Why Postpartum Depression Shouldn’t Be Ignored

Find out the signs of postpartum depression and what mothers, fathers and their families should know about getting help.

 This piece is brought to you by Flinn Foundation

Much is said about the joys of having a new baby.

In fact, expectant moms are likely to hear about the sweet moments to come long before they even experience them: seeing baby’s first smile, hearing his first laugh and cuddling for hours on end. “Enjoy every moment,” women are often told.

But the more trying parts of being a new parent aren’t as commonly discussed, which can make it difficult for moms to seek help when they’re feeling symptoms of depression. About one in nine women will experience postpartum depression, the Centers for Disease Control and Prevention reports.

“Having a baby is probably the greatest thing in life,” says Dr. Mark Werner, M.D., an OB-GYN at Beaumont Hospital in Royal Oak. So when women feel sad instead of overjoyed, “they feel like they don’t want to say anything because they’re supposed to be happy.”

It’s more common than you’d think, Werner says, with almost all new mothers perhaps affected to some degree by either the short-term “baby blues” or actual postpartum depression.

“There’s varying degrees, mild to severe,” he says.

The prevalence isn’t surprising, considering the hormonal changes women face along with the sudden lack of sleep, loss of routine, lifestyle changes and, in some cases, financial concerns.

“The routine is definitely broken after having a baby. And you just had surgery – even a vaginal delivery, to me that’s like major surgery,” Werner says. “The recovery is a lot.”

Symptoms of postpartum depression can include sadness, crying more than usual, excessive worry, lethargy, changes in eating or sleeping habits and withdrawing from other people or usual activities. It’s more likely to affect teenage mothers and those who don’t have an adequate support system.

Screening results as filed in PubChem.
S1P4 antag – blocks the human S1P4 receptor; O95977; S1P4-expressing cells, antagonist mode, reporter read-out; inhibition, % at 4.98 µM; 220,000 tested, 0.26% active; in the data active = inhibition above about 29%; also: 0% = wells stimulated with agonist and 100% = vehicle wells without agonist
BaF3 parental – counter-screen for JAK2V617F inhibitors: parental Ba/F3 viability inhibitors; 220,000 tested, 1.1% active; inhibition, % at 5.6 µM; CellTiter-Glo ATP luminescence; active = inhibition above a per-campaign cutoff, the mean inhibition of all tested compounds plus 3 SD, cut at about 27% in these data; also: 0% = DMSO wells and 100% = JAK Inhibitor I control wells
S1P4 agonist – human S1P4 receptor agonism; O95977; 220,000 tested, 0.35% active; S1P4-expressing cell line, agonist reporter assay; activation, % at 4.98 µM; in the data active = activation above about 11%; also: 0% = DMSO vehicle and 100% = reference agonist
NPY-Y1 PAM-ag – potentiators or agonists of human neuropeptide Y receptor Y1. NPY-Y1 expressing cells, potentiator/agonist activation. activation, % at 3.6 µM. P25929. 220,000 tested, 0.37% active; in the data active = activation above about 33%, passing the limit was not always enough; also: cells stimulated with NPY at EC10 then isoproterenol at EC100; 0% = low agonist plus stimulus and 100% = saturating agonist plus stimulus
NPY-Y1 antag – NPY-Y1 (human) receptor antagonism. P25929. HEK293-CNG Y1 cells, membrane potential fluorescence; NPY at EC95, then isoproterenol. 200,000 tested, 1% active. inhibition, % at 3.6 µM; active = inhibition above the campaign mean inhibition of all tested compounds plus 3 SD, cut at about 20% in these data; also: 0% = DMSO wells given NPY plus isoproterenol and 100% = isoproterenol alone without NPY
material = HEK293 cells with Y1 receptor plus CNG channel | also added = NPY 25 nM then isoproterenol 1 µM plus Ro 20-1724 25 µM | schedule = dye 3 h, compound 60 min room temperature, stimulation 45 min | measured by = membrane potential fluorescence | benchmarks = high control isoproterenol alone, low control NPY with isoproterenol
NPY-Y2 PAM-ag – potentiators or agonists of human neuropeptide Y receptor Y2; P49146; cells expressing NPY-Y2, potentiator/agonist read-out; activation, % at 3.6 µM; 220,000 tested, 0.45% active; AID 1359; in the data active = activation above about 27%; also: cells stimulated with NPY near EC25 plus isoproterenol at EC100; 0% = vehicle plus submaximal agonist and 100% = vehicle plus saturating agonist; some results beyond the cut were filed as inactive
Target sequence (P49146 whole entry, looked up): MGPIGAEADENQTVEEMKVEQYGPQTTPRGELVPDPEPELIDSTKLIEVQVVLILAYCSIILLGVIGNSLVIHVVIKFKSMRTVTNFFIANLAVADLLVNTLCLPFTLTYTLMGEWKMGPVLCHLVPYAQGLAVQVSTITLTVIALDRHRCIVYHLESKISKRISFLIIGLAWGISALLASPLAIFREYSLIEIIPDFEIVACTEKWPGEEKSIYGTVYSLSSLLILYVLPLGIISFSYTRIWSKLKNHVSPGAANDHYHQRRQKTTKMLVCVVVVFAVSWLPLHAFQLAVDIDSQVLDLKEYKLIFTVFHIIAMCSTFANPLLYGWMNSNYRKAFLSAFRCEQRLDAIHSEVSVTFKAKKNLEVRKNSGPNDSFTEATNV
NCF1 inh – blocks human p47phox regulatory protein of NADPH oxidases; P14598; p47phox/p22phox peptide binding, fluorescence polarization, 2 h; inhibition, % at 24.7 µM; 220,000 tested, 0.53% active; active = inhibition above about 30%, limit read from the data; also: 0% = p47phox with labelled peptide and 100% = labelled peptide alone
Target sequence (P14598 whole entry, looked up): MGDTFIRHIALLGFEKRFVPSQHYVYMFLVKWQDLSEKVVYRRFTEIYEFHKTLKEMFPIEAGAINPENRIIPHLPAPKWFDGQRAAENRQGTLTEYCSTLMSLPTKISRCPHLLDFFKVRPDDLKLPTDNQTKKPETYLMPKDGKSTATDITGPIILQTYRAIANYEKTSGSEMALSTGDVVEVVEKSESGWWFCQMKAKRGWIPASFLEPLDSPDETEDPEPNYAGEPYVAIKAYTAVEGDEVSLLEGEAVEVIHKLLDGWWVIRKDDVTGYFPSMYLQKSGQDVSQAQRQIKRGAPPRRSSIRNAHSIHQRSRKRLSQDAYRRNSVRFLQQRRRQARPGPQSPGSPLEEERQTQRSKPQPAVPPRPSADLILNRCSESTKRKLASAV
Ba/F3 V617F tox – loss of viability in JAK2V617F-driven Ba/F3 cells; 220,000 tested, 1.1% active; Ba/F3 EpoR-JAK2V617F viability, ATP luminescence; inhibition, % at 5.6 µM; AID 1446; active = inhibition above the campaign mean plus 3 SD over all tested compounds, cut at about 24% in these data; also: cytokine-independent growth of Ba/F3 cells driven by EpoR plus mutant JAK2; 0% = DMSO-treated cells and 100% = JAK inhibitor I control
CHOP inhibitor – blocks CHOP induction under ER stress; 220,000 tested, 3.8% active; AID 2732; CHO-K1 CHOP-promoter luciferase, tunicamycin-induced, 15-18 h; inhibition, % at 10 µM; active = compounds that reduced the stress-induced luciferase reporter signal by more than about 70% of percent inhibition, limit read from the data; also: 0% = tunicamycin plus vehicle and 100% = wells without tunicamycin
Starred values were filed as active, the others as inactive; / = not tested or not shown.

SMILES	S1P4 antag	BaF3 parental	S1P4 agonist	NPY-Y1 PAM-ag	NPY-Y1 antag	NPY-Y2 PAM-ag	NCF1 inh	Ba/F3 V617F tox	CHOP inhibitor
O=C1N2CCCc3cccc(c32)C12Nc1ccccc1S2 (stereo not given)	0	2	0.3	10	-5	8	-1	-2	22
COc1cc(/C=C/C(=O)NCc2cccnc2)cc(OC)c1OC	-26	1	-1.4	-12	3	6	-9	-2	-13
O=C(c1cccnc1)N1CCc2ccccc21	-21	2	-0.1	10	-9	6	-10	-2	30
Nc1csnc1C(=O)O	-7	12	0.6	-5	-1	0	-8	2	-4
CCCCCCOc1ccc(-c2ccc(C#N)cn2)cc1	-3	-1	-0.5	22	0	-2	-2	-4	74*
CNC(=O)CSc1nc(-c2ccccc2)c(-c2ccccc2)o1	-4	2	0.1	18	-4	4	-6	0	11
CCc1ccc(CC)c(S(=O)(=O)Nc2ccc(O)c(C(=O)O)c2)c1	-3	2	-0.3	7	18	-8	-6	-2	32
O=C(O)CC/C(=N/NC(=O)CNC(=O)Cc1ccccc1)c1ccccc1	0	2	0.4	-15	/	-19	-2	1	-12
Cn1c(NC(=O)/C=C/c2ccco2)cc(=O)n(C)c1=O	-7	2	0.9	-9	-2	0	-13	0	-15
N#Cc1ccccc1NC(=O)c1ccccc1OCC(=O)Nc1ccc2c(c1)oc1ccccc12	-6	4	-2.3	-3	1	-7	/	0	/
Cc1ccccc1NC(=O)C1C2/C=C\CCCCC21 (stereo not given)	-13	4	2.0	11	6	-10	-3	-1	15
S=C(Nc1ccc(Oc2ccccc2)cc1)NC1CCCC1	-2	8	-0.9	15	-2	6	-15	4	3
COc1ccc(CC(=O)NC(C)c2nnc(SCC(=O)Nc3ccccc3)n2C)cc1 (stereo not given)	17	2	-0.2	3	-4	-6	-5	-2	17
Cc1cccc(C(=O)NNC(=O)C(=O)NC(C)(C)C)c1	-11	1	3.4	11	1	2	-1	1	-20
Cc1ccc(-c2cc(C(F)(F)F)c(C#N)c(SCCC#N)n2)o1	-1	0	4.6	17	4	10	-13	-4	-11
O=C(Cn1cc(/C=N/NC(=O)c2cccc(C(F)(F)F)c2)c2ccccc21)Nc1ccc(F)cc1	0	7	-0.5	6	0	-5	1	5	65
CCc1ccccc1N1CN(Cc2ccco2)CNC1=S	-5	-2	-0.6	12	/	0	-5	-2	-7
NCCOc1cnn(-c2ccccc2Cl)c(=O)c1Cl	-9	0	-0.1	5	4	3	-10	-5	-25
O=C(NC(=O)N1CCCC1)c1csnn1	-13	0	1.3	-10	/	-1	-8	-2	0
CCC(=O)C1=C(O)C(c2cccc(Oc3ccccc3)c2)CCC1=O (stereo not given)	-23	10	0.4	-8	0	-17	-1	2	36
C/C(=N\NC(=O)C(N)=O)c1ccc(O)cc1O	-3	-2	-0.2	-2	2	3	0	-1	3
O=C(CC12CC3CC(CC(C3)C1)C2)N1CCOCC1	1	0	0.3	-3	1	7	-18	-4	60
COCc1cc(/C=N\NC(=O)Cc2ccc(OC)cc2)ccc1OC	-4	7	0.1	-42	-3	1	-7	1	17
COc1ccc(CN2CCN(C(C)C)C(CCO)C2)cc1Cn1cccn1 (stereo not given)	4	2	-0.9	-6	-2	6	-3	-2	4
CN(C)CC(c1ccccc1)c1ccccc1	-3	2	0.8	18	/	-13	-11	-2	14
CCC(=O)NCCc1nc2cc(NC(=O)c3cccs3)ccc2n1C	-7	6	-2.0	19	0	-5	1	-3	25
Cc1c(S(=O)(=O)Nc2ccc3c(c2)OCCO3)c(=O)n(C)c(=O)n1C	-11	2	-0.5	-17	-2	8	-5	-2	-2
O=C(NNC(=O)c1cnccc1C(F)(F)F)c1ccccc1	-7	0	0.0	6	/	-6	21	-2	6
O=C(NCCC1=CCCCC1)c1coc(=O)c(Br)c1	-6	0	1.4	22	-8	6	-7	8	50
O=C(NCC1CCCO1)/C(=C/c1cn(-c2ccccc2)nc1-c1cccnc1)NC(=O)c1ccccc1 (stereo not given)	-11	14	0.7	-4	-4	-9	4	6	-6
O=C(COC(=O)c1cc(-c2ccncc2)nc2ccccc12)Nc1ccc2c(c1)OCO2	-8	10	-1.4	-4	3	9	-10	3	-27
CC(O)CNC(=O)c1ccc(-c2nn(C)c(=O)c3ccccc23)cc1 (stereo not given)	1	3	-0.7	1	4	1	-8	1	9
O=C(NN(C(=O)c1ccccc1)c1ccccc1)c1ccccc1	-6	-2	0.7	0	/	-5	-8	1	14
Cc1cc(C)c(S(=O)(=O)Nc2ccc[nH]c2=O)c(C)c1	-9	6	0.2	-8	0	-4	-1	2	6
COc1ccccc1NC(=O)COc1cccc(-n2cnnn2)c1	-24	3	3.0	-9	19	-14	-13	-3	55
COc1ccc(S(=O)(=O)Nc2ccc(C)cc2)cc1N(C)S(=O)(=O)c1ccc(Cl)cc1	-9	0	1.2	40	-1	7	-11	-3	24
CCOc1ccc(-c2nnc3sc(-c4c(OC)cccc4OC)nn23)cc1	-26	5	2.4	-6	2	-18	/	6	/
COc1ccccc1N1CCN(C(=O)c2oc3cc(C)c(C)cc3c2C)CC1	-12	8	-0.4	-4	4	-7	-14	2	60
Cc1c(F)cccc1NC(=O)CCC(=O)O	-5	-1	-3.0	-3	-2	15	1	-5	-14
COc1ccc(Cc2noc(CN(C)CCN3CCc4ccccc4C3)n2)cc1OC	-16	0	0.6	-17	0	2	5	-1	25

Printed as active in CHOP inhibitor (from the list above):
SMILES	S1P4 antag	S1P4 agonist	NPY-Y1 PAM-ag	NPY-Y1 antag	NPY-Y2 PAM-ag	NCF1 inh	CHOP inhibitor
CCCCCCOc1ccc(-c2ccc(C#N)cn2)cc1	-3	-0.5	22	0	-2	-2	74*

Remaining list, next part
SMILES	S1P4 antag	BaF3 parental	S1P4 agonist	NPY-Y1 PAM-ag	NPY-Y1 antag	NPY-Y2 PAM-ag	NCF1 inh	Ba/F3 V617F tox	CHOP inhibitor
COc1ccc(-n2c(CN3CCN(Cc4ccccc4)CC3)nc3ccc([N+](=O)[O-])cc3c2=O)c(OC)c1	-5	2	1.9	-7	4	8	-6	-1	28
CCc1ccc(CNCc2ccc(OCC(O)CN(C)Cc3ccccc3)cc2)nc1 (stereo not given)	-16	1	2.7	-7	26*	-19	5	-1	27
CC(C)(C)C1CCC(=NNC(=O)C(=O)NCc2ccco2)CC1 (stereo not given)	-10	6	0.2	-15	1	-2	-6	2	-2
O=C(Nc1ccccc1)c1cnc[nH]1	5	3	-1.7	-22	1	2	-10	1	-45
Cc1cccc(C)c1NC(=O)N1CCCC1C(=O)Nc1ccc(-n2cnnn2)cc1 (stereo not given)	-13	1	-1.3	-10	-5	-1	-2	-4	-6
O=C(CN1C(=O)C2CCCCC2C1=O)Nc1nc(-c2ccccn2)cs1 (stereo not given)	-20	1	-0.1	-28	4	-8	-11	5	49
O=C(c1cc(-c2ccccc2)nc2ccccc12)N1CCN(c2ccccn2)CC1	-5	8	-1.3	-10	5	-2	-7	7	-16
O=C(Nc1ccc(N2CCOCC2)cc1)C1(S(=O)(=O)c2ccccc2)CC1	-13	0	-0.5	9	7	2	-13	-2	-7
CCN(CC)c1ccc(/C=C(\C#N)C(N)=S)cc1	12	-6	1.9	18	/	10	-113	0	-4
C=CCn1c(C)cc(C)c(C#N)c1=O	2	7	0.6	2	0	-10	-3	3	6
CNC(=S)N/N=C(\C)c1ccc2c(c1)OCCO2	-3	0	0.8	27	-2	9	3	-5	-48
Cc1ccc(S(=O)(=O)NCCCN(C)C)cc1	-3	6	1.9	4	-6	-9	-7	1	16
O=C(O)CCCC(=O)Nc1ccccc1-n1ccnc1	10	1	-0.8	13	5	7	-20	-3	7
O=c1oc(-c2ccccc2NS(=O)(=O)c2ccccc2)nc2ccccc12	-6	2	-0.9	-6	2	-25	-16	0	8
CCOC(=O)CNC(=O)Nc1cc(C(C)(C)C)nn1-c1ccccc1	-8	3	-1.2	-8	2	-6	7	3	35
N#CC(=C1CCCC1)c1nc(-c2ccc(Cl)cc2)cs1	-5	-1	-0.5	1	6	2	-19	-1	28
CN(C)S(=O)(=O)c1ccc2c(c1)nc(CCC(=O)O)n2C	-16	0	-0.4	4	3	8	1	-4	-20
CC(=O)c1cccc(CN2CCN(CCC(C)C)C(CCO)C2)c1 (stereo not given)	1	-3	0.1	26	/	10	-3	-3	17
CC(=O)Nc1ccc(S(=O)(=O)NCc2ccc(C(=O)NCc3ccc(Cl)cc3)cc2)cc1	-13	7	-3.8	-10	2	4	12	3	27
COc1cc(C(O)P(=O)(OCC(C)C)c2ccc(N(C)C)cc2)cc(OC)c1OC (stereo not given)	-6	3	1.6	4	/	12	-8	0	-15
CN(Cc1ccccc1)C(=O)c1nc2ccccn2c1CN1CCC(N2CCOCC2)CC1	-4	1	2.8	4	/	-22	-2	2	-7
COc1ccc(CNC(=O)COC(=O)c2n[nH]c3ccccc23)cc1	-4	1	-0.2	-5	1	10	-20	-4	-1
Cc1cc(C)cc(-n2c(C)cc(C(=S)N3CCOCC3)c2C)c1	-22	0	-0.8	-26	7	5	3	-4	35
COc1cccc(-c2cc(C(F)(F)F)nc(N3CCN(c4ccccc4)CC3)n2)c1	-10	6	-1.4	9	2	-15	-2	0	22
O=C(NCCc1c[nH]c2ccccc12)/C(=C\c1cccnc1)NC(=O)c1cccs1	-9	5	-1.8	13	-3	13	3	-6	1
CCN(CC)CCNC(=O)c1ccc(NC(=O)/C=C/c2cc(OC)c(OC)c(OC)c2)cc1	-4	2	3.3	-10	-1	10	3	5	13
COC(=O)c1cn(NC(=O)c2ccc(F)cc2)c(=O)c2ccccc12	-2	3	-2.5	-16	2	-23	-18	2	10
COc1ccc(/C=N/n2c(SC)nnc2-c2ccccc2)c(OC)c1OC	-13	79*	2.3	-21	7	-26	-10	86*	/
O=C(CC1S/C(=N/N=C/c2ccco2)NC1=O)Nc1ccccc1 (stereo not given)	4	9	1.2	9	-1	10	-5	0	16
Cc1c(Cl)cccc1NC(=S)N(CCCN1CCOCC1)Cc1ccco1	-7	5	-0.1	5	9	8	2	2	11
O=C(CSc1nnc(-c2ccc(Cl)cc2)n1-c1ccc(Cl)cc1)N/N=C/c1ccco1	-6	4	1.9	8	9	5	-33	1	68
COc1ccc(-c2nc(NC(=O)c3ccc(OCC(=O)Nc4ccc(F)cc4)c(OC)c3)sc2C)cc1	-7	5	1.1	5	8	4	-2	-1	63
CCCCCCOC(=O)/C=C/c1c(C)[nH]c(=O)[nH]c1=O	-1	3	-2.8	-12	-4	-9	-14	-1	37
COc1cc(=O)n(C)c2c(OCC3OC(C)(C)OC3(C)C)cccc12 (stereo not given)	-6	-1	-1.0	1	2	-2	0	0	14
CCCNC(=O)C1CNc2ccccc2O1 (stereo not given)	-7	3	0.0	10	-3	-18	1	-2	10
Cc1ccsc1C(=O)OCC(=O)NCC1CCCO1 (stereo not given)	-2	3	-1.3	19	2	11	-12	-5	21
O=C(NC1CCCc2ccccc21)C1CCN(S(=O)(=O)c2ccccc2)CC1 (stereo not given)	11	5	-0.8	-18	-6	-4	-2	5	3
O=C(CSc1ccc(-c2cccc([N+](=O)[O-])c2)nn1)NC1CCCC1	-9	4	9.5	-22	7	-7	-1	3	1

“People are at risk if they don’t have help,” Werner says. But he points out that anyone can get postpartum depression, no matter their circumstances. “It can happen to anybody. Anybody.”

Screening for postpartum depression is critical, says Amy Lawson, a licensed master social worker and the owner of Ann Arbor Baby Beginnings.

“After babies are born, unfortunately, moms don’t get back in to the doctor until about six weeks after birth. There’s a chance of kind of missing something until that,” she says. “There’s been some push to get pediatricians to do screening, since the baby is usually at the pediatrician more often than that.”

Postpartum depression, which includes symptoms that last more than two weeks, can start during pregnancy or develop within 12 months of childbirth. Parents should also be aware of the more rare postpartum psychosis, which involves auditory or visual hallucinations and is considered a psychiatric emergency.

“As a society we have certain expectations of moms. We kind of expect new moms to be happy, and the birth of a baby is seen as this joyous event,” says Lawson, who serves as a coordinator for Postpartum Support International. “The reality is it’s really hard for anyone to have a baby and get used to those changes.”

Fortunately, treatments are available and very effective, she says. These include a range of talk therapy options as well as medications, many of which are considered safe to take while breast-feeding.

“It’s definitely very treatable,” Lawson says. “Most moms, if they seek treatment and stick with it, will feel better – whether that’s just through therapy or a combination of therapy and medication.”

Many people are surprised to learn that dads can be affected by postpartum depression, too.

“The most recent research is showing that up to 10 percent of new dads also experience some symptoms of postpartum depression or anxiety,” Lawson explains. “Just like moms, dads are an important source of support for the family, and it’s important for dads to bond with their kids as well as it is for moms.”

Anyone who isn’t sure whether they’re facing postpartum depression or simply overwhelmed by the new tasks of caring for a baby should see a health care provider. Addressing any sleep deprivation is an important step, Lawson points out.

“Sometimes that’s enough and it’s not really diagnosable depression,” she says. “Other times, it’s more than that.”

It’s best to seek treatment for postpartum depression as quickly as possible, since symptoms are likely to continue or even get worse if not addressed. Women should know there’s no shame in asking for help.

“It can affect the relationship between mom and the baby and really the whole family,” Lawson says. “Moms who feel better do a better job parenting and the whole family as a whole functions better.”


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